Worked a Summer Job? This Could Be a Great Place to Put Your Money
- Working during the summer is a great way to build experience and boost your cash reserves.
- If you don't need all of your earnings right away, here's one place to consider putting your money.
- Roth IRAs come with certain benefits, including tax-free withdrawals in retirement.
Here's how to find a great home for that hard-earned cash.
Some students like to spend the summer months traveling or hanging out with friends. But that's not feasible for everyone, and if you're helping to pay for college or have other bills to cover, then you may have just spent the past two months plugging away at a job.
Now truth be told, that's not necessarily a terrible thing. Sure, you may have preferred to spend June, July, and August hanging out at the beach instead of working. But think about it this way -- once your studies wrap up, you'll have solid experience to point to on your resume, while your sunbathing friends might struggle to get hired once they enter the working world.
Plus, there's something to be said for having more money at your disposal. The earnings from your summer job could help you pad your savings or pay some of your college costs so you don't have to borrow as much to finance your education.
But if you have extra money left over from your summer job that you don't need for savings or near-term expenses, then it's important to find the right home for that cash. And there's one account you may want to consider.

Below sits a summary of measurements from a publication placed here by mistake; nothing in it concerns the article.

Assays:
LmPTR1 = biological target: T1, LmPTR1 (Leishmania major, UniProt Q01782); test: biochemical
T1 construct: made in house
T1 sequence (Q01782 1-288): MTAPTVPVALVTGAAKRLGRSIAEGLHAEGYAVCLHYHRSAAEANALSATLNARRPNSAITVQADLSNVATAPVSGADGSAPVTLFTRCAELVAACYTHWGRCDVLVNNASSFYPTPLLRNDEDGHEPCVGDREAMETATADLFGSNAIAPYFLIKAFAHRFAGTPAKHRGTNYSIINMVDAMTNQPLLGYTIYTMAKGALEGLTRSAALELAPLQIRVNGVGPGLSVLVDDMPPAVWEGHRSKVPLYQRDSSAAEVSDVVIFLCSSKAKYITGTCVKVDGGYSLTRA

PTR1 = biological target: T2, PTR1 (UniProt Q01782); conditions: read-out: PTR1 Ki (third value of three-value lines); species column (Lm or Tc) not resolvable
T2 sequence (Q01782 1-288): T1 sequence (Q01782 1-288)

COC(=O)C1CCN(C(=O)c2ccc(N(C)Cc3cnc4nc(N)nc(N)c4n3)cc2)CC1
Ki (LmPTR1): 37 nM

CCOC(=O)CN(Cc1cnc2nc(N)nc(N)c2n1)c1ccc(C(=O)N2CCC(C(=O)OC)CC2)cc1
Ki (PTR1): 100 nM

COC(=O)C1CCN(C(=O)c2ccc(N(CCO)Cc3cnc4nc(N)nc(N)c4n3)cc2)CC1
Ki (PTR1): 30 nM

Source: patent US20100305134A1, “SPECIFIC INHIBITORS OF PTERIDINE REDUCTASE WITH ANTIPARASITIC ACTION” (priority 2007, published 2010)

Look at a Roth IRA
A Roth IRA is a savings account designed to help people save for retirement. IRAs actually come in two varieties -- traditional and Roth. With a traditional IRA, you generally get a tax break on the money you put in, and then you're then taxed on withdrawals down the line.
Roth IRAs work the opposite way -- you don't get a tax break on your contributions, but withdrawals are tax-free in retirement. And investment gains in your IRA are tax-free as well (once you fund your IRA, you can invest your money to grow it into a larger sum over time).
The reason a Roth IRA is such a great idea is multifold. First, Roth IRAs come with income limits, so higher earners can't contribute to one directly. But chances are, your summer job earnings won't come close to putting you over that threshold.
Also, with a Roth IRA, you don't get an upfront tax break on the money you put in. But if your only earnings (or primary earnings) for the year are from a summer job, then chances are, you don't need that immediate tax break so badly because your tax burden isn't that high.
Meanwhile, the fact that Roth IRA withdrawals are tax-free could make life much easier on you during retirement. That way, you won't have to fork over a share of your distributions to the IRS.
A world of opportunity
The key to growing a lot of wealth for retirement is starting to save and invest at a young age. If you put some, or all, of your summer job earnings into a Roth IRA, you'll be giving yourself a solid head start in that regard. And while you may not love the idea of locking your hard-earned money away now, you'll be more than thankful for having done so later on.
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